Ruturaj Gaikwad has not set the international stage alight in his brief appearances for India. However, he is too good a talent to not be given more opportunities to find his feet, writes Shashwat Kumar.
Around this time last year, Ruturaj Gaikwad scored four centuries in the Vijay Hazare Trophy in a six-day window. He was also selected in India’s ODI squad that toured South Africa in January 2022. With Rohit Sharma not part of the side, and the youngster in pristine touch, all signs pointed towards a debut.
The only thing was that it did not happen.
KL Rahul, captain of that side, opened in each of those games alongside Shikhar Dhawan. Gaikwad then endured an indifferent IPL 2022 campaign, meaning that when he was handed his maiden ODI cap – against South Africa in the home series before the T20 World Cup, he had plenty on his mind. That he was not batting as well as he was a year ago, only made things tougher.
His ODI debut came on a sluggish surface at Lucknow. He crawled to 19 off 42 deliveries and has not played for India since. In that time, Shubman Gill has surged ahead in the pecking order. Dhawan and Rohit are still around. Hence, Gaikwad, at this point, is only India’s fourth-choice opener, at best.
If you watched him against Uttar Pradesh in the Vijay Hazare Trophy quarter-final on Monday, though, you would not be incorrect in asking why he is still only on the fringes of the side. He ended with an unbeaten 220, which included 16 sixes. Seven of those came in the penultimate over off Shiva Singh, meaning that Gaikwad now holds the record for most sixes hit in a List A over.
The impressive bit about that knock was that there was a phase at the start when the ball was hooping around and he was battling. At no moment, however, did he look flustered. He knew the going was tough but he was willing to bide his time, understanding that opportunities would open up later in the innings.
And they did.
Courtesy of that double ton, he now averages a century every 5.3 List A innings, having mustered 13 tons in 69 innings. He also has 16 fifties, roughly equating to a fifty-plus score every 2.3 innings. Gaikwad currently averages 58.71 in List A cricket, with those runs coming at a strike rate of just over 100. No batter to have played a minimum of 50 List A innings, not even Virat Kohli, has a better average than Gaikwad.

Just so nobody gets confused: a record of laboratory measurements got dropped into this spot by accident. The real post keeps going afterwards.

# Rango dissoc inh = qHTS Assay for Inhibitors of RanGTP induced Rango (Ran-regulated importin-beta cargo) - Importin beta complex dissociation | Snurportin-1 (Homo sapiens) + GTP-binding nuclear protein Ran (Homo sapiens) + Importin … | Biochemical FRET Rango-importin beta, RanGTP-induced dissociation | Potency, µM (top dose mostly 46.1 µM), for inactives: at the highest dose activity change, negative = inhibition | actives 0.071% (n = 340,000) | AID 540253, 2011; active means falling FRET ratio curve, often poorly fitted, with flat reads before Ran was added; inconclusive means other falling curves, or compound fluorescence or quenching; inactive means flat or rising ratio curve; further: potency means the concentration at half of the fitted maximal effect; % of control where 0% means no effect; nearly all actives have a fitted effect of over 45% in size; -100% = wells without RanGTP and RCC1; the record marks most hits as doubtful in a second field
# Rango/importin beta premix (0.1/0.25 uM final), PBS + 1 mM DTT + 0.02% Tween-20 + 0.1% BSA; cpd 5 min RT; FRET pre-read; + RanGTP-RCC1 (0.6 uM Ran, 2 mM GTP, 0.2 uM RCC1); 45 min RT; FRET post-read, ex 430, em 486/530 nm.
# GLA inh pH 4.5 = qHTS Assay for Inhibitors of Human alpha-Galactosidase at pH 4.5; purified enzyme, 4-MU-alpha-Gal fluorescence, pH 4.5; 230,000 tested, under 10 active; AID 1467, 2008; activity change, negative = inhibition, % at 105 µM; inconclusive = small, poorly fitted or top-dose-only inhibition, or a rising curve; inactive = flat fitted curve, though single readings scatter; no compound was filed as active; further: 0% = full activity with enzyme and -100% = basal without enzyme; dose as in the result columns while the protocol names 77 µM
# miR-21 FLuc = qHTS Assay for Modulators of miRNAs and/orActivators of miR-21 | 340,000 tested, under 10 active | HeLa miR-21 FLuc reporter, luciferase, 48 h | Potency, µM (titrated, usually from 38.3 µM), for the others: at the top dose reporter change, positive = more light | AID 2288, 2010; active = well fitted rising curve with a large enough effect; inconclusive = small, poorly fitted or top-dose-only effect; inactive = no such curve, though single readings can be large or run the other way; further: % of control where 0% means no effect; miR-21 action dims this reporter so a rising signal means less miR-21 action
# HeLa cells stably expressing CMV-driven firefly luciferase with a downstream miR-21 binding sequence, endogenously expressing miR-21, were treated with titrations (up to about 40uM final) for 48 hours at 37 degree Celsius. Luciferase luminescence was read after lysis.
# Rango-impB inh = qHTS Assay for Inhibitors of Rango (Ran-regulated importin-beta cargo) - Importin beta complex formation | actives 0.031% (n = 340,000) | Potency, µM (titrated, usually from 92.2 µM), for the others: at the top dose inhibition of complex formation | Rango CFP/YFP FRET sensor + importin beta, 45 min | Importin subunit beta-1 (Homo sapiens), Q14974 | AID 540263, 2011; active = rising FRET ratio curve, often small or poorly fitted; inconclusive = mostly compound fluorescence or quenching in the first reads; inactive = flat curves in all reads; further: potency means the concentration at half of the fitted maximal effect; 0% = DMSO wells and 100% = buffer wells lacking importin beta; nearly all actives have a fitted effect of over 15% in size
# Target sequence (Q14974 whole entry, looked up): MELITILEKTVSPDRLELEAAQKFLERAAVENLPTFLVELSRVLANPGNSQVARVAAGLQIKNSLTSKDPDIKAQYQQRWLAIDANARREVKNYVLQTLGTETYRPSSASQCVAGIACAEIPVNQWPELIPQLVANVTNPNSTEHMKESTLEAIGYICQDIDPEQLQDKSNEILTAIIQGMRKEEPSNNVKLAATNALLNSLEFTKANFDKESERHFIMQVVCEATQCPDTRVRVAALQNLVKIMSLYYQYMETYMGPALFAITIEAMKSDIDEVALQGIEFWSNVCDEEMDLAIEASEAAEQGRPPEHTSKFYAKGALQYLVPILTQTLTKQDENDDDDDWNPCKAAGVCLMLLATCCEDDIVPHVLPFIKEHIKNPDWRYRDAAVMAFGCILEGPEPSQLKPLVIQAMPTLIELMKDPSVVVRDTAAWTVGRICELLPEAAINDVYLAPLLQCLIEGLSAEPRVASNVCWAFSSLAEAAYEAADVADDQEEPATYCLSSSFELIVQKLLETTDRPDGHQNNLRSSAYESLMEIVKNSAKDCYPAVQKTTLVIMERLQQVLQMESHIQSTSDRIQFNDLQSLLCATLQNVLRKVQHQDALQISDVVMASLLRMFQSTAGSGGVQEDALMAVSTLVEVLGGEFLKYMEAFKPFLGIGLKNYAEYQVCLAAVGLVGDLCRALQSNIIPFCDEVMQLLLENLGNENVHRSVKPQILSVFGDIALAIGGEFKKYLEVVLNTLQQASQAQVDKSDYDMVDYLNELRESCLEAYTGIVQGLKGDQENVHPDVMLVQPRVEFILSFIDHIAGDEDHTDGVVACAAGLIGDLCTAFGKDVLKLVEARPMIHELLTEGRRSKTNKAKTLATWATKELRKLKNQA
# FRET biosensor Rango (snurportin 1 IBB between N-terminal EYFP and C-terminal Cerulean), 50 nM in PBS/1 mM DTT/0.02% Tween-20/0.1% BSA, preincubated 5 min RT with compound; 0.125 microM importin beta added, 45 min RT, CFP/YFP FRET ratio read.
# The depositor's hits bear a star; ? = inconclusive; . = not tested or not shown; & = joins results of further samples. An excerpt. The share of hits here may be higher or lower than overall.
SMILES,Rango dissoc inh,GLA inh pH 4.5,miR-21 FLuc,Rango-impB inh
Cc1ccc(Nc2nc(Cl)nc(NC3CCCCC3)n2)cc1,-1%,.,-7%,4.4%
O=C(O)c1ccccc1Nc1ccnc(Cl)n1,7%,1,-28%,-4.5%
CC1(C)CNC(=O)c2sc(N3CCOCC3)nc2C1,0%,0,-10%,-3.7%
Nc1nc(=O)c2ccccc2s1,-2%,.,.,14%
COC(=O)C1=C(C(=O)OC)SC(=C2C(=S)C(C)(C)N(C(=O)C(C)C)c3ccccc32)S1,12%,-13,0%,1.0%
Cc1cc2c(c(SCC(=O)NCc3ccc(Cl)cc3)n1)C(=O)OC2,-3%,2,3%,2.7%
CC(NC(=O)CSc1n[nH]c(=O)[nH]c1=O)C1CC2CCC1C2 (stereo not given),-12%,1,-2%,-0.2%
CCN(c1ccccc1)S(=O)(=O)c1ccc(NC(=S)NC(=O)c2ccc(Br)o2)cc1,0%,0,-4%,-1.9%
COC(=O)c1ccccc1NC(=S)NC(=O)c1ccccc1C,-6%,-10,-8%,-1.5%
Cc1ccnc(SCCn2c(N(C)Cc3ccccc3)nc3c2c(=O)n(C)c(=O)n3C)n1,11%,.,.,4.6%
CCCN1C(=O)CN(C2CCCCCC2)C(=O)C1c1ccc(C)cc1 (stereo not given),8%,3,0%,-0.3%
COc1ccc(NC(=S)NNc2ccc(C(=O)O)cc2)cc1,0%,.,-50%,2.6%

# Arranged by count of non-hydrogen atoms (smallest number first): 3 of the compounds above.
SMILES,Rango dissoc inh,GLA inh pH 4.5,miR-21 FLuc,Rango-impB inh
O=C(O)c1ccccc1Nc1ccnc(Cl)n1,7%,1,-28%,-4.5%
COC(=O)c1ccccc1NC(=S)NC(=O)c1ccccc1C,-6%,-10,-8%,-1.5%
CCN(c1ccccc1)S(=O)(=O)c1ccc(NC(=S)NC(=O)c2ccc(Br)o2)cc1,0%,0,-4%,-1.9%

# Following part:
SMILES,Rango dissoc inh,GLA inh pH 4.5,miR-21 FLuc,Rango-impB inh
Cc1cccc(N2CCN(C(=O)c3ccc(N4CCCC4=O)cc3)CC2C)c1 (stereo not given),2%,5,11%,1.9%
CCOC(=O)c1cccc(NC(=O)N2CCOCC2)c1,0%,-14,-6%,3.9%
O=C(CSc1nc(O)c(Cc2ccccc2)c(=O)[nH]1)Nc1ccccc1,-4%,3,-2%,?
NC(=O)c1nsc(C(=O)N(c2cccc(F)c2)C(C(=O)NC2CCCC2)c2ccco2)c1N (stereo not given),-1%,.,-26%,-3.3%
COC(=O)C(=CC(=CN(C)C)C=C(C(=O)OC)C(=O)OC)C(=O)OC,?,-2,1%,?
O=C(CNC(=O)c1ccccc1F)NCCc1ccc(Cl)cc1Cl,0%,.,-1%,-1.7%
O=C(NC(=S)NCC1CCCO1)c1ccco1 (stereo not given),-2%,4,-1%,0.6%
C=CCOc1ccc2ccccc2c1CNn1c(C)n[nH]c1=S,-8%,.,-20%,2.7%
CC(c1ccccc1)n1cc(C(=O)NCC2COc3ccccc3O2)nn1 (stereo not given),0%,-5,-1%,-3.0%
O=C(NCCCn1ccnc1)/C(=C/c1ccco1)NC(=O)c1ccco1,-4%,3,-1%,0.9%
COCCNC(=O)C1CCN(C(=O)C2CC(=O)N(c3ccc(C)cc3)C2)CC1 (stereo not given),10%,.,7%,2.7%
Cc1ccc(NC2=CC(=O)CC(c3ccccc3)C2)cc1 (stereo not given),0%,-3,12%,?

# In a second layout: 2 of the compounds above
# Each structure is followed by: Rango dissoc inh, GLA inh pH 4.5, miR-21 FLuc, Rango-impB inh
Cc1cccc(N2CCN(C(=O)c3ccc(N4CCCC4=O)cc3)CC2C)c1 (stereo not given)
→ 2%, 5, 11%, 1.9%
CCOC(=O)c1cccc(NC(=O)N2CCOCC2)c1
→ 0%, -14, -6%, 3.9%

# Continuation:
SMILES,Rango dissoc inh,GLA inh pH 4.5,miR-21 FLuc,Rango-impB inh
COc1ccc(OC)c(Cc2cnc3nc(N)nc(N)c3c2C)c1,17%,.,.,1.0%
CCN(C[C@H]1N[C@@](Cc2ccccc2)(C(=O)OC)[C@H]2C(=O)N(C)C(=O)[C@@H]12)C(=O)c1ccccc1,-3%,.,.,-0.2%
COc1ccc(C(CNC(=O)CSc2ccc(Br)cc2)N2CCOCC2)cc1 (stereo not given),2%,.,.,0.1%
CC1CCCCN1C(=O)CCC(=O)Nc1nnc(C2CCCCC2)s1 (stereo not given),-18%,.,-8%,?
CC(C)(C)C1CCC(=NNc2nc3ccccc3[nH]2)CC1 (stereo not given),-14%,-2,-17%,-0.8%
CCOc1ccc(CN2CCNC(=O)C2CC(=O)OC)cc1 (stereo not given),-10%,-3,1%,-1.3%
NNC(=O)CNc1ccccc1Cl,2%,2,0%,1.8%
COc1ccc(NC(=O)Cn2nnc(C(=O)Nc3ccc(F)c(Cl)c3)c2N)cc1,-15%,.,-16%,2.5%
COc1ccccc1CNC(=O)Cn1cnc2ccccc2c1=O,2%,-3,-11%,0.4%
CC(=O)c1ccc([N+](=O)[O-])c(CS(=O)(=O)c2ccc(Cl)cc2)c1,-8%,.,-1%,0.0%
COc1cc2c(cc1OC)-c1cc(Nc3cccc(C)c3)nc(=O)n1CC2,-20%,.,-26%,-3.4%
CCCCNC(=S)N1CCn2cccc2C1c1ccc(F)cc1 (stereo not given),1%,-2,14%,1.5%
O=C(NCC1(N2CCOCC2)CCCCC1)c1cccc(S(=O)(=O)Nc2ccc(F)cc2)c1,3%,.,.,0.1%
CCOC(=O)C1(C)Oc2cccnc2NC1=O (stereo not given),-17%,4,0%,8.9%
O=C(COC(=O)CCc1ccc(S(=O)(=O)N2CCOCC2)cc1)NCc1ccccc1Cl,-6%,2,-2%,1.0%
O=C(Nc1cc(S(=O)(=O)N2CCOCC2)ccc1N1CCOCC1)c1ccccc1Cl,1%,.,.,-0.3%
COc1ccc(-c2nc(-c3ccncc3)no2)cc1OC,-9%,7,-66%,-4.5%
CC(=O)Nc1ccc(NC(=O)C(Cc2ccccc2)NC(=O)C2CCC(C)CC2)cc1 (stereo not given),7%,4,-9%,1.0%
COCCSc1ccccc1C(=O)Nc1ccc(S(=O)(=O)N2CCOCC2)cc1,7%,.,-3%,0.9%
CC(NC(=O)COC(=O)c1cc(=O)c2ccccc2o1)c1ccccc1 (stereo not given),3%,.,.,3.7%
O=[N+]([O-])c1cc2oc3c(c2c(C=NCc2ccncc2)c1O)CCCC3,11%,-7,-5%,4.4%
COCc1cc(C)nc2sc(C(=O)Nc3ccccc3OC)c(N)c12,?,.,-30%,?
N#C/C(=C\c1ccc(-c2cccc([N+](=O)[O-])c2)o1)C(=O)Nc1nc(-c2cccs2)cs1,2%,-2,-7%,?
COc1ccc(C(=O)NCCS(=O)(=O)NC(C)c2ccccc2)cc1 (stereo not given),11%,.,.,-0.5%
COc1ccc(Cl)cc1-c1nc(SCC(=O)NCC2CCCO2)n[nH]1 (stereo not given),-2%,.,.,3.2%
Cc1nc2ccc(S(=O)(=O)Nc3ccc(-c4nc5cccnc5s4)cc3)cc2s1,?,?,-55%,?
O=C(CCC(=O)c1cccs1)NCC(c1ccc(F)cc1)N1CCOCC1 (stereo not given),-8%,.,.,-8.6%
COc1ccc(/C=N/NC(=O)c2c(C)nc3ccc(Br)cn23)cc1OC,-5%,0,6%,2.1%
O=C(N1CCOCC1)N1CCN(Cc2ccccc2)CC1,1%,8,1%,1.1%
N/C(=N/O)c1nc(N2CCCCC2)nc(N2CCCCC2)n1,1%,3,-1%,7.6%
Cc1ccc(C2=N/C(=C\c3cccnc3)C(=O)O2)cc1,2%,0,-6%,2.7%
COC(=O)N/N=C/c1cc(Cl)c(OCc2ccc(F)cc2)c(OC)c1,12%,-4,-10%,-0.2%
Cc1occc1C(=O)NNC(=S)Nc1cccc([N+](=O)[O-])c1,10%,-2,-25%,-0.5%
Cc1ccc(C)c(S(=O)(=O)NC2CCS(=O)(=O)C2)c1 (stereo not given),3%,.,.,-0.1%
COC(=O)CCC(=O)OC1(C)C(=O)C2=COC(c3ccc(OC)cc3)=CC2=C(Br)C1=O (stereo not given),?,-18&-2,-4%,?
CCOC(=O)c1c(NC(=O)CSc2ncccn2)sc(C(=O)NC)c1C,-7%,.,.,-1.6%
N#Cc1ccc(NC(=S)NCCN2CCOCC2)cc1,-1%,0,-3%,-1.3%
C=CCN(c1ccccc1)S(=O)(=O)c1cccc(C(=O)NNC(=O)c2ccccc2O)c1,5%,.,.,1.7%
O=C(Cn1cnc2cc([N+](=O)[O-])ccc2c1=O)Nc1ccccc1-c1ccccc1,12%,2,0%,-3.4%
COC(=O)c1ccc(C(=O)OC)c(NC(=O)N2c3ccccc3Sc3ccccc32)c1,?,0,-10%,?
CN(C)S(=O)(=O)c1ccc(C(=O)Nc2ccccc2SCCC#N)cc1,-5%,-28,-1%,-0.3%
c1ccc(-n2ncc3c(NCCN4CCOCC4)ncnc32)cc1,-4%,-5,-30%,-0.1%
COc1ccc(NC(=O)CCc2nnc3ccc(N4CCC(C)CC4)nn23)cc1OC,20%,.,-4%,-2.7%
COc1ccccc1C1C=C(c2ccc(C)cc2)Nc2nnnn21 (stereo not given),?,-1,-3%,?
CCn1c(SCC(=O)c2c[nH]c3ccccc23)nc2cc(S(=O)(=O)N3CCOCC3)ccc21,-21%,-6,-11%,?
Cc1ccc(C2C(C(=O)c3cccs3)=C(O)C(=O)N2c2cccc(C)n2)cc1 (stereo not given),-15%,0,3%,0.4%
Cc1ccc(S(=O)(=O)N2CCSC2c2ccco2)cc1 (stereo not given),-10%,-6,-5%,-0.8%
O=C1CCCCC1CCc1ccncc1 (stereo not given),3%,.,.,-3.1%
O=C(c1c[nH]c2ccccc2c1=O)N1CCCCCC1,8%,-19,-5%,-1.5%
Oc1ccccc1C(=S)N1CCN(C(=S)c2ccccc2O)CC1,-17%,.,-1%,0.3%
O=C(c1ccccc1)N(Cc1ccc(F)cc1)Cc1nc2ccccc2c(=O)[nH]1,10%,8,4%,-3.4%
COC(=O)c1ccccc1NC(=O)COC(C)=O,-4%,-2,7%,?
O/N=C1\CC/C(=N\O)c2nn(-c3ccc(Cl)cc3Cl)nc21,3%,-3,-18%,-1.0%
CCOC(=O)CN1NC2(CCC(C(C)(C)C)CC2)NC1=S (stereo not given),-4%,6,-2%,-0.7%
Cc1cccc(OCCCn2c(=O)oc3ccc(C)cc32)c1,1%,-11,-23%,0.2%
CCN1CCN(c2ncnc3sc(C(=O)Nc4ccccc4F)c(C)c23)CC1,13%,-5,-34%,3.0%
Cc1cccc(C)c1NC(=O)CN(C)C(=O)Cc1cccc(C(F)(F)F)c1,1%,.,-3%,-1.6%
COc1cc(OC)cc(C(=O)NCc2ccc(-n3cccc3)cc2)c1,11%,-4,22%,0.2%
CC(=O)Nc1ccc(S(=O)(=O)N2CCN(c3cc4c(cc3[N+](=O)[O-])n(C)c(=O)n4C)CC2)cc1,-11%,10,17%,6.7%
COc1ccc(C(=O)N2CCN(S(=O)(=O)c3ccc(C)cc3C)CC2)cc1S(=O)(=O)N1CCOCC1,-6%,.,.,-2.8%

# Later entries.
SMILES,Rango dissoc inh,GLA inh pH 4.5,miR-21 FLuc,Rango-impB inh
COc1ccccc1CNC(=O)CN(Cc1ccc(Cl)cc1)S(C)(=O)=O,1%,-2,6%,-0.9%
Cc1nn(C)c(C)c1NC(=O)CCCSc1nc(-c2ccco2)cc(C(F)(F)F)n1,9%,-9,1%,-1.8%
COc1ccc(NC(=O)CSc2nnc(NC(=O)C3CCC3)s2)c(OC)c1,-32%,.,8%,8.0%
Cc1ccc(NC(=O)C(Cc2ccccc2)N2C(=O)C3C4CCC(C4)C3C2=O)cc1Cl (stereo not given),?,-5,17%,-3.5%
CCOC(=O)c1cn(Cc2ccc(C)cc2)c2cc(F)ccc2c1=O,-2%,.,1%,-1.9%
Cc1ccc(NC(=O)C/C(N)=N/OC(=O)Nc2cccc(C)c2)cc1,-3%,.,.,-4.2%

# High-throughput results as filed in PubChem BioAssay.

What makes Gaikwad so consistent is that he does not try to be too funky. He acknowledges his limitations, especially at the start of his innings when he is prone to fiddling outside off stump. Thus, he does not attack a lot in that phase. But once he is set, he can do everything you would want from a white-ball batter.
He can take on the spinners, he can slash the ball over point for six, he can hit sixes into the sightscreen, he can sweep fast bowlers and his lofted drives over extra cover and long off are a thing of beauty. The best part is he makes all of this look very easy and routine, almost as if he has come out on a stroll with his pals and is just knocking about.
The obvious question then, is why he has not featured for India more often. There are a variety of reasons. India currently have an embarrassment of riches and it always seems that someone deserving has missed out. The other, more important aspect, though, is that he has, so far, been tried in roles that he is not accustomed to. And he has been discarded upon failing.
Cast your mind back to the T20I series against South Africa in June. He opened alongside Ishan Kishan but the onus seemed to be on Gaikwad to do the early heavy lifting. In the IPL, Gaikwad never does that. So, it was completely natural for him to not be as successful as he is for the Chennai Super Kings.
He batted at No.3 on ODI debut, despite most of his List A success coming at the top of the order. He likes starting off against pace and then dominates spin. Beginning against spin for him, thus, is a different proposition, especially on tacky tracks such as the one he encountered on debut.
Ideally, any batter playing in the Indian side should be flexible and versatile enough to step out of his comfort zone. So, those frustrated with Gaikwad not capitalizing on the limited opportunities he has received, have some locus too. But look at it from his perspective. He has had to wait a lot longer than some of the others for chances that should have come his way earlier, whether it be a bout of COVID-19 before what was supposed to be a breakout IPL 2020 campaign. Or, his golden white-ball run in late 2021 not being rewarded. His ODI debut, too, came a lot later than his numbers warranted.
Thus, there is bound to be a bit of restlessness whenever he gets that chance. There is bound to be an urge to prove himself instantly, and to do something out of the box, just to illustrate that he can do everything India want from him. This is not an excuse. However, it explains the discrepancy between his international statistics and stellar domestic record.
For a player as talented as him, and for a run-scorer as consistent as him, the number of opportunities accorded so far, seem too less. But he has been here before, usually providing a run-laden riposte. So, he knows his way around these terrains, although he would hope he does not find himself at these crossroads too often.
The going, as far as an India call-up is concerned, is tough. Like he did against Uttar Pradesh, though, he must keep telling himself that opportunities will open up later. That is perhaps the only thing he can do at the moment. Apart from scoring runs, of course.